At 34, I am at least a decade older than many of those on my team, and nothing makes this more evident than having news radio blast out of my car speakers instead of the trendy new song.
NPR has been a staple in my life since college, when I was trying to keep up with what was going on in the world but was turned off by sensationalist media. It is my go-to place for informative and entertaining stories that often make me feel enriched and connected. Through the years, NPR has evolved alongside my media habits, becoming accessible through apps and podcasts, and keeping true to its brand by featuring underwriting ads that align with its content and are naturally embedded within its programming.
In the era of “fake news,” NPR has maintained trust among their listenership (an estimated 85 million monthly listeners in the US), delivering smart, informative, and entertaining news that covers topics ranging from business to music to science. While some critics might label it as liberal leaning, NPR covers themes and conducts interviews from all sides of the story. They do what news is supposed to do: fully inform, so their listeners can develop their own opinions.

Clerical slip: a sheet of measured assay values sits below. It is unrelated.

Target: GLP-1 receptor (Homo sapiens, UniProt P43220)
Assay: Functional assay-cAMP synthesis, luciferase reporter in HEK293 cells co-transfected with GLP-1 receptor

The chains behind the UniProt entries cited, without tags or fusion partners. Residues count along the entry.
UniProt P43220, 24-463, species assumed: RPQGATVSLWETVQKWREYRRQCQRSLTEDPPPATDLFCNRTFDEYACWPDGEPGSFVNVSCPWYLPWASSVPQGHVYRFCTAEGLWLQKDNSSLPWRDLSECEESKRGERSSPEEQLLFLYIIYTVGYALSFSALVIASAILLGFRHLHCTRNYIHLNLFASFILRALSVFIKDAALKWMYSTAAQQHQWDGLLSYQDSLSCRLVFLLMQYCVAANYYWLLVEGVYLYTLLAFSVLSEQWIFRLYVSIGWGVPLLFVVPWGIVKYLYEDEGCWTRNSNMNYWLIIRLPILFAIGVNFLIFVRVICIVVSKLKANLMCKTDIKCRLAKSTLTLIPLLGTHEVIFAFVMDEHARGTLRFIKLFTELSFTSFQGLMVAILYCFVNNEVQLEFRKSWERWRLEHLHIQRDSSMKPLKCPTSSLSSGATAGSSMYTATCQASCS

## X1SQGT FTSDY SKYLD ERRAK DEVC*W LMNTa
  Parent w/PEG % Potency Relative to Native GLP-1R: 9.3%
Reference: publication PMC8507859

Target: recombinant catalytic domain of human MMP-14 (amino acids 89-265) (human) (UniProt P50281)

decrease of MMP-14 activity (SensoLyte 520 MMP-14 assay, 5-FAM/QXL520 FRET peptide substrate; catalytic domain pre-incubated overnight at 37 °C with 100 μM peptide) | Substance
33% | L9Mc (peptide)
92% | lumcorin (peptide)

Some in the media tout this “audio” resurgence as the new growth platform behind social media due to its intimate nature and ease of consumption. NPR remains at the forefront of this trend, being accessible through a variety of channels while becoming a leader in the growing US podcast market. According to Activate Tech & Media Outlook 2018, this podcast market is projected to almost double to 112 million people with 15 billion hours of content by 2021.
Even though NPR is supported by the federal government for the most part, it is sustained by contributions from both their avid listeners and underwriting sponsors. While this is not a new way to place ads, it does follow one of the best practices currently in the industry: These are all done as brief mentions aligned with the programming style and voices, with very few placed per program, ensuring the listeners pay attention and are not put off by them. This, in effect, distributes the trust and goodwill felt by the NPR ¬listener to these advertisers, which is what all ads nowadays strive to do.
To me, media that is meaningful offers trustworthy and insightful content that enriches my life, is easily accessible throughout the day (whether in the car, on my cell phone, or at home through my Alexa), and does not bombard me with unnecessary or intrusive ads.